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Inhibition of Neuroinflammation by AIBP: Spinal Effects upon Facilitated Pain States
- Inhibition of Neuroinflammation by AIBP: Spinal Effects upon Facilitated Pain States
- Woller S.A.; Choi S.-H.; An E.J.; Low H.; Schneider D.A.; Ramachandran R.; Kim J.; Bae Y.S.; Sviridov D.; Corr M.; Yaksh T.L.; Miller Y.I.
- Ewha Authors
- SCOPUS Author ID
- Issue Date
- Journal Title
- Cell Reports
- Cell Reports vol. 23, no. 9, pp. 2667 - 2677
- AIBP; allodynia; chemotherapy; cholesterol; chronic pain; inflammation; lipid rafts; neuroinflammation; neuropathic pain; TLR4
- Elsevier B.V.
- SCIE; SCOPUS
- Document Type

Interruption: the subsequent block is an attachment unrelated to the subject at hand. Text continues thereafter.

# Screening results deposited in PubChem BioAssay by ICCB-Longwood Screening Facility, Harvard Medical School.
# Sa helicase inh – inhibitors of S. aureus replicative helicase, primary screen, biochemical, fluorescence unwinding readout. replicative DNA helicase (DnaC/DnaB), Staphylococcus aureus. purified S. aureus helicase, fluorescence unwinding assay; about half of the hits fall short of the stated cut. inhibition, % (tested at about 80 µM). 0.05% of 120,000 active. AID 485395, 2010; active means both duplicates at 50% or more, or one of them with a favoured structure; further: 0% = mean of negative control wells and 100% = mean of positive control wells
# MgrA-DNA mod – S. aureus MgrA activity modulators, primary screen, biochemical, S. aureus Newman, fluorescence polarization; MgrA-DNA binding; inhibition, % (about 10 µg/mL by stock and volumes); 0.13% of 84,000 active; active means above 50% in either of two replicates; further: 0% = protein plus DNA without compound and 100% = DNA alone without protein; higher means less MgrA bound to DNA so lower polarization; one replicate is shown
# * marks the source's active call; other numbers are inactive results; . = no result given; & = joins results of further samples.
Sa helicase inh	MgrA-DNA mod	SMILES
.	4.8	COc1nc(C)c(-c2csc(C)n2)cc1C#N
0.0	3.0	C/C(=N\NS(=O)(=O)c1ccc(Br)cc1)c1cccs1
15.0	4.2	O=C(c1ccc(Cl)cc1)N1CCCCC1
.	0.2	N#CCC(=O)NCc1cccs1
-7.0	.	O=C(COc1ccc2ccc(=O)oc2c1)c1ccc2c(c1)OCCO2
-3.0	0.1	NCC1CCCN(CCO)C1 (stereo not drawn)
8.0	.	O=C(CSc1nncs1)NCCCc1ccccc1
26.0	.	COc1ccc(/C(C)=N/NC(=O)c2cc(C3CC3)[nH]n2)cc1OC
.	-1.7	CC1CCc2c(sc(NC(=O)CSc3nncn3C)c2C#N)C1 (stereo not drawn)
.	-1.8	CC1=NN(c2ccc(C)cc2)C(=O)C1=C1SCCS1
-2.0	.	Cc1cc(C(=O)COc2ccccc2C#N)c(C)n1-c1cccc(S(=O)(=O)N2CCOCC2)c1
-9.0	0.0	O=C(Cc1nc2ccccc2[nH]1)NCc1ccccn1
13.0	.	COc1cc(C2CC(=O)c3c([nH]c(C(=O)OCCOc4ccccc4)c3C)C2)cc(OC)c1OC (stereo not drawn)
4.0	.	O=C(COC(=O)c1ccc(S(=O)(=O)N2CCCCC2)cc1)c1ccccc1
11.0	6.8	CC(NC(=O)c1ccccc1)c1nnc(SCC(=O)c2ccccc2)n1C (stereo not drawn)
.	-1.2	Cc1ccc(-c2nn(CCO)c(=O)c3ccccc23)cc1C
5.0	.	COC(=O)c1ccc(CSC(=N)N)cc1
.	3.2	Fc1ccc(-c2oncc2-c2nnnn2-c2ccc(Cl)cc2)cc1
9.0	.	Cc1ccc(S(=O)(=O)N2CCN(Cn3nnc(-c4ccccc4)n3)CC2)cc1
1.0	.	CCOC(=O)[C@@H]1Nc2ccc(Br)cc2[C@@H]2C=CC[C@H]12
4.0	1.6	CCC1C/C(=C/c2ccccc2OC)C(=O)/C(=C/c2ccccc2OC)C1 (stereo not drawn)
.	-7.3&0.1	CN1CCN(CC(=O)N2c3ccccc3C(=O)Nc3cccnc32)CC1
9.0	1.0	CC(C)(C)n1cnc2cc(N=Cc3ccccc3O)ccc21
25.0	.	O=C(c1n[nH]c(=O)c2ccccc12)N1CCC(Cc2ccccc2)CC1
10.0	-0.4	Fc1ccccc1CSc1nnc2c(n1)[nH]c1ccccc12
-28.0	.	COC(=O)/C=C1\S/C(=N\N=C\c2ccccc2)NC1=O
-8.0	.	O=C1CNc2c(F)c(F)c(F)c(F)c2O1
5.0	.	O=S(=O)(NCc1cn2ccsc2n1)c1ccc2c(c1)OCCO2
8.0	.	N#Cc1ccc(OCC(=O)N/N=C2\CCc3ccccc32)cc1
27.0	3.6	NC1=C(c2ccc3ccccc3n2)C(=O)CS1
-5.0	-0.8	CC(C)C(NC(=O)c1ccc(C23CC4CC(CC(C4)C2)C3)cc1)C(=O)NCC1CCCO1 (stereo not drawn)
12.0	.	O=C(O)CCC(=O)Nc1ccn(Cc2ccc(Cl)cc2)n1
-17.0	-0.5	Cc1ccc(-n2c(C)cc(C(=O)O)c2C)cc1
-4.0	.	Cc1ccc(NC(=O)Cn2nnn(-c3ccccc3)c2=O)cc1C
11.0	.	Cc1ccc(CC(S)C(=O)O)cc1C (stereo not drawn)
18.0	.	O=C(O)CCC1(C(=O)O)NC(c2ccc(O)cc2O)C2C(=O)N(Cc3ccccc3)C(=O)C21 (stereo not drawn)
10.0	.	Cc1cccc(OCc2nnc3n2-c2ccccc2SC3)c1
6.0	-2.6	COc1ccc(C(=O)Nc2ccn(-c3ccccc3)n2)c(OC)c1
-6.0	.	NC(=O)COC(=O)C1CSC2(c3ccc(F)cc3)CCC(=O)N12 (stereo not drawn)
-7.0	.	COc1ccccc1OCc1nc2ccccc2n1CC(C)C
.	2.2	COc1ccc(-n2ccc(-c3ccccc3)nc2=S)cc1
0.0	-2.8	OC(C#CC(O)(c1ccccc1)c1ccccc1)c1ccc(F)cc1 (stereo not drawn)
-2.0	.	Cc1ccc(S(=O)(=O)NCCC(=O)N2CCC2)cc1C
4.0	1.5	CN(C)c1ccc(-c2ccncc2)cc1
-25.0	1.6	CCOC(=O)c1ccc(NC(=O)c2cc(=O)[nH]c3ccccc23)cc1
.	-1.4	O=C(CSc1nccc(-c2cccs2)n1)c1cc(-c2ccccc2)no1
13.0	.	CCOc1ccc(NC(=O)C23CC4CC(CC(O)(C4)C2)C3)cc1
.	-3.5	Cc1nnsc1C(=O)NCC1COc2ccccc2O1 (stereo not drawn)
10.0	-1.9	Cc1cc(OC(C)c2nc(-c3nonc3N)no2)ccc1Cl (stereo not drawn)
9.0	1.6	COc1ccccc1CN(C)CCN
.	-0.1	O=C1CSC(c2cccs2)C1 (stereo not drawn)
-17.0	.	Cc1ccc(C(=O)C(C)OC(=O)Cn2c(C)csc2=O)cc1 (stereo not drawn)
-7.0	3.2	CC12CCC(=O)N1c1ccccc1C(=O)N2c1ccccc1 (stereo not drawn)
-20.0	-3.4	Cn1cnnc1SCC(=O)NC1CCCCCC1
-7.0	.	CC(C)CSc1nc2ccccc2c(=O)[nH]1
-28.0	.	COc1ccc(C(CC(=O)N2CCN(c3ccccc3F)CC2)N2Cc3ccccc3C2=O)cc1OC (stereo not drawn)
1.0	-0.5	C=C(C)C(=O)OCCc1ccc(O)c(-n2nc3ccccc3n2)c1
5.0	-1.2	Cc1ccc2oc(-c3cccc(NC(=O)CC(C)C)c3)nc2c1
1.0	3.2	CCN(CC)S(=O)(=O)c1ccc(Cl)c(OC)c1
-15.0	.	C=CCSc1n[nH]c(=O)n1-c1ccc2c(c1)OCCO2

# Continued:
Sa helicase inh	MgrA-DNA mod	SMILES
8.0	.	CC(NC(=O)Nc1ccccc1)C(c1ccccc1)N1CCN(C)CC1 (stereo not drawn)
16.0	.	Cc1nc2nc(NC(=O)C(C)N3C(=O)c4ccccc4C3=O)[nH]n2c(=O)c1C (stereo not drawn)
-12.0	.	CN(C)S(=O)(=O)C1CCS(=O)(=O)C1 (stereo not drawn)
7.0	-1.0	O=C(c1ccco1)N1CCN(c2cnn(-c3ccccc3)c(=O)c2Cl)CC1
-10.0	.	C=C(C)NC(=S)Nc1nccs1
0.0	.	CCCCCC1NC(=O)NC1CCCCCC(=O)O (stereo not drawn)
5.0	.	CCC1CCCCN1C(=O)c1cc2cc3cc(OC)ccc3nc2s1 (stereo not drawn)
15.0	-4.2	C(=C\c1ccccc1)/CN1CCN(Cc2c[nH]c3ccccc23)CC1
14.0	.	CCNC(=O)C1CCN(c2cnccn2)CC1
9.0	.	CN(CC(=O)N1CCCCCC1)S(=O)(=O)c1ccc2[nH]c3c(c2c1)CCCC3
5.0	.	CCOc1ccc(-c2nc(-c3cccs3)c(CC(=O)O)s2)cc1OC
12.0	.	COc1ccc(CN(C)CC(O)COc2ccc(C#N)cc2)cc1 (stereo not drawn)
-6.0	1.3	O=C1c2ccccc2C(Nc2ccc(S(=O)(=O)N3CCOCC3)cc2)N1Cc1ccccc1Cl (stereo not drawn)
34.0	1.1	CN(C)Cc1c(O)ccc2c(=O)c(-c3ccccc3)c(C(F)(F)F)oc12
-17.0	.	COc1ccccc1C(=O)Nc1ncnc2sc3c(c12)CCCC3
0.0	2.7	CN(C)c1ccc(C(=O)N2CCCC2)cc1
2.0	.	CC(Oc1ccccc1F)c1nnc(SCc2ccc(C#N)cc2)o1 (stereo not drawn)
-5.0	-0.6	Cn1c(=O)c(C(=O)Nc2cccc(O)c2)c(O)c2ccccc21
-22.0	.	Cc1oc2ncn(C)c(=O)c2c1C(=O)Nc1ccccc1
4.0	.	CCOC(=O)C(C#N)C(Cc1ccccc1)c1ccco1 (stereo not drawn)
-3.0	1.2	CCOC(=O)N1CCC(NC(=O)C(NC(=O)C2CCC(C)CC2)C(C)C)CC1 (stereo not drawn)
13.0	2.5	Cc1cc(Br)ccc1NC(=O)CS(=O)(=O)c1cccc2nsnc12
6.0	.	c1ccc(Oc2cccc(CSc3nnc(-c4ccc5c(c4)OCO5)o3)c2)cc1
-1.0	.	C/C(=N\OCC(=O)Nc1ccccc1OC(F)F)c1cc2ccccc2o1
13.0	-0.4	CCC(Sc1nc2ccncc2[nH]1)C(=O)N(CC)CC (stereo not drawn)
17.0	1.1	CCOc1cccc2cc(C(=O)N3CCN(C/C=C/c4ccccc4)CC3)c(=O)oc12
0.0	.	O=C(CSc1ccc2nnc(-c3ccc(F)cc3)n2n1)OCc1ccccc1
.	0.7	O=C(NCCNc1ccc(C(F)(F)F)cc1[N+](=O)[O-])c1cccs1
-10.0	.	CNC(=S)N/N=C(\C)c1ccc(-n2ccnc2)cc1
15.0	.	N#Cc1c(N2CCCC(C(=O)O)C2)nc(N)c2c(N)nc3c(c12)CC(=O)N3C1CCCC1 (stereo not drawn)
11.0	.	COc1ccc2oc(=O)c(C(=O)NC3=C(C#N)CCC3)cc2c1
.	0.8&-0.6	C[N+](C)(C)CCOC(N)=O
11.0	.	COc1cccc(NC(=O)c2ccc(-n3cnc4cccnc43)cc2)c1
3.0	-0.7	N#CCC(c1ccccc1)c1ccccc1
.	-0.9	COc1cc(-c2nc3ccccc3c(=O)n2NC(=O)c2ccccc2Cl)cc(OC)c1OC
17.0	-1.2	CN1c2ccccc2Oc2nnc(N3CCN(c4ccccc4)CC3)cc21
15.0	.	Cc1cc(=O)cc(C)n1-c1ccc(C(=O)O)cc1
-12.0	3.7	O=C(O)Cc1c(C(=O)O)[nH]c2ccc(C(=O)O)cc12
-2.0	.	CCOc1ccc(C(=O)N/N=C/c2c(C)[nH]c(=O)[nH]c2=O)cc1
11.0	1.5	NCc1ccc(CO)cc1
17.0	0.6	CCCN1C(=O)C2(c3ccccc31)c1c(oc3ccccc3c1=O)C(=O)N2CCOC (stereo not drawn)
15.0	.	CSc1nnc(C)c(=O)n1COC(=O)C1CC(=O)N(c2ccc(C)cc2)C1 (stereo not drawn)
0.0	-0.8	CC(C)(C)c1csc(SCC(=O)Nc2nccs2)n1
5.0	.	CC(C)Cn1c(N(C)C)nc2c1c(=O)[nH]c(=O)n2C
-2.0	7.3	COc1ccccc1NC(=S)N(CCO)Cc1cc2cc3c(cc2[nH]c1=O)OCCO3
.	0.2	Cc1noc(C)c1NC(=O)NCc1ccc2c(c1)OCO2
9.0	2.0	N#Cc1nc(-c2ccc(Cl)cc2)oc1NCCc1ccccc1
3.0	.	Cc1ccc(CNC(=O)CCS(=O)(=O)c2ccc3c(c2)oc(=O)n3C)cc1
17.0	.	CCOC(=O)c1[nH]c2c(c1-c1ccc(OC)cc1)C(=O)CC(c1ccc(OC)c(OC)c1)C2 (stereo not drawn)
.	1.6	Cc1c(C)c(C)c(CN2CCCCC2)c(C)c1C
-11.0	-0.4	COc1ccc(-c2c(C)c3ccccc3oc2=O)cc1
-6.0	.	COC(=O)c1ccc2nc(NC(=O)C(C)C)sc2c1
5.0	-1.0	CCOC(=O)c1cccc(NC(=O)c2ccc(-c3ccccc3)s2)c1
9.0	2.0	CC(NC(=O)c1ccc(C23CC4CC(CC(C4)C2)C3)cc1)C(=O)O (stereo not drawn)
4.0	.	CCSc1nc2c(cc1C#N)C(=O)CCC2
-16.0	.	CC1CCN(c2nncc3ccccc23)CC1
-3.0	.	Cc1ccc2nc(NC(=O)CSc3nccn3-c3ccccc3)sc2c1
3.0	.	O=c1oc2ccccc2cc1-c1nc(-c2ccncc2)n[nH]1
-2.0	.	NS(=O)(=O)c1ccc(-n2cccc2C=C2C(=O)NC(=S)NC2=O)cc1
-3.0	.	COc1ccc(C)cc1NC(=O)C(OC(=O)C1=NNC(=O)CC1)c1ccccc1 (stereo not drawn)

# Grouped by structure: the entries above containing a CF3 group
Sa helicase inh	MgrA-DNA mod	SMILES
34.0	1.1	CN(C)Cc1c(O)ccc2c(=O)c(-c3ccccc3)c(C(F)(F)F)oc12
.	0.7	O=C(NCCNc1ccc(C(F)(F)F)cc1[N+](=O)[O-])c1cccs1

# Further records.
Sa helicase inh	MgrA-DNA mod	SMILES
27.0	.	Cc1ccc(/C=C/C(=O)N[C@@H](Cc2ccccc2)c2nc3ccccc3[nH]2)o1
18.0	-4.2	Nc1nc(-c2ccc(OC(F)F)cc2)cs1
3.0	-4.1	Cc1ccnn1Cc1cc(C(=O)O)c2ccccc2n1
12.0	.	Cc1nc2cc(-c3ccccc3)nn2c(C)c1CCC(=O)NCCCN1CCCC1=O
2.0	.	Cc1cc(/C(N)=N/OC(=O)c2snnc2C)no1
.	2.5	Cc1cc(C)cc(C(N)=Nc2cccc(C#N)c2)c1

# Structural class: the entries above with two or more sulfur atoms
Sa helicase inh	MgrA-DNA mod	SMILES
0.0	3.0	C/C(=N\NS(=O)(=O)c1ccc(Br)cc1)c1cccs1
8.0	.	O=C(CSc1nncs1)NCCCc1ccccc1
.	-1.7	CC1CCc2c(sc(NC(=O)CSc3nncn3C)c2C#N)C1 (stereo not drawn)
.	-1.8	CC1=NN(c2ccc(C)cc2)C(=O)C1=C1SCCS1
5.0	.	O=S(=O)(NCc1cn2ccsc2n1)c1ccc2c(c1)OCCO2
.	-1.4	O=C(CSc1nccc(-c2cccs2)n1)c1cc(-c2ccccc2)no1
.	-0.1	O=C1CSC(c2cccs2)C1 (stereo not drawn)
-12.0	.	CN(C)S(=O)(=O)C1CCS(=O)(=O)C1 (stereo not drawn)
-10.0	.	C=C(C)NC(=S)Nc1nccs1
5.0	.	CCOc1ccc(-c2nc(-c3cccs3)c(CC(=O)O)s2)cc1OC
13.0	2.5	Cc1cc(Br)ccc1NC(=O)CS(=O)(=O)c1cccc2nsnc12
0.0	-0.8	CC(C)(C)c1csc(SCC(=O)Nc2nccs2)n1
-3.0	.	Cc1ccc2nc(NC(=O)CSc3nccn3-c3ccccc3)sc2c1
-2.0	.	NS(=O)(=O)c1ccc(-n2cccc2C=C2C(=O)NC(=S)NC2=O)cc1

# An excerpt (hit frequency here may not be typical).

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- Apolipoprotein A-I binding protein (AIBP) reduces lipid raft abundance by augmenting the removal of excess cholesterol from the plasma membrane. Here, we report that AIBP prevents and reverses processes associated with neuroinflammatory-mediated spinal nociceptive processing. The mechanism involves AIBP binding to Toll-like receptor-4 (TLR4) and increased binding of AIBP to activated microglia, which mediates selective regulation of lipid rafts in inflammatory cells. AIBP-mediated lipid raft reductions downregulate LPS-induced TLR4 dimerization, inflammatory signaling, and expression of cytokines in microglia. In mice, intrathecal injections of AIBP reduce spinal myeloid cell lipid rafts, TLR4 dimerization, neuroinflammation, and glial activation. Intrathecal AIBP reverses established allodynia in mice in which pain states were induced by the chemotherapeutic cisplatin, intraplantar formalin, or intrathecal LPS, all of which are pro-nociceptive interventions known to be regulated by TLR4 signaling. These findings demonstrate a mechanism by which AIBP regulates neuroinflammation and suggest the therapeutic potential of AIBP in treating preexisting pain states. Woller et al. report that ApoA-I binding protein (AIBP) selectively regulates, via TLR4 binding, cholesterol removal and normalization of lipid rafts in inflamed microglia. Spinal delivery of AIBP reduces neuroinflammation and prevents and reverses neuropathic pain states, such as chemotherapy-induced peripheral neuropathy, with an effect sustained for >2 months. © 2018 The Author(s)
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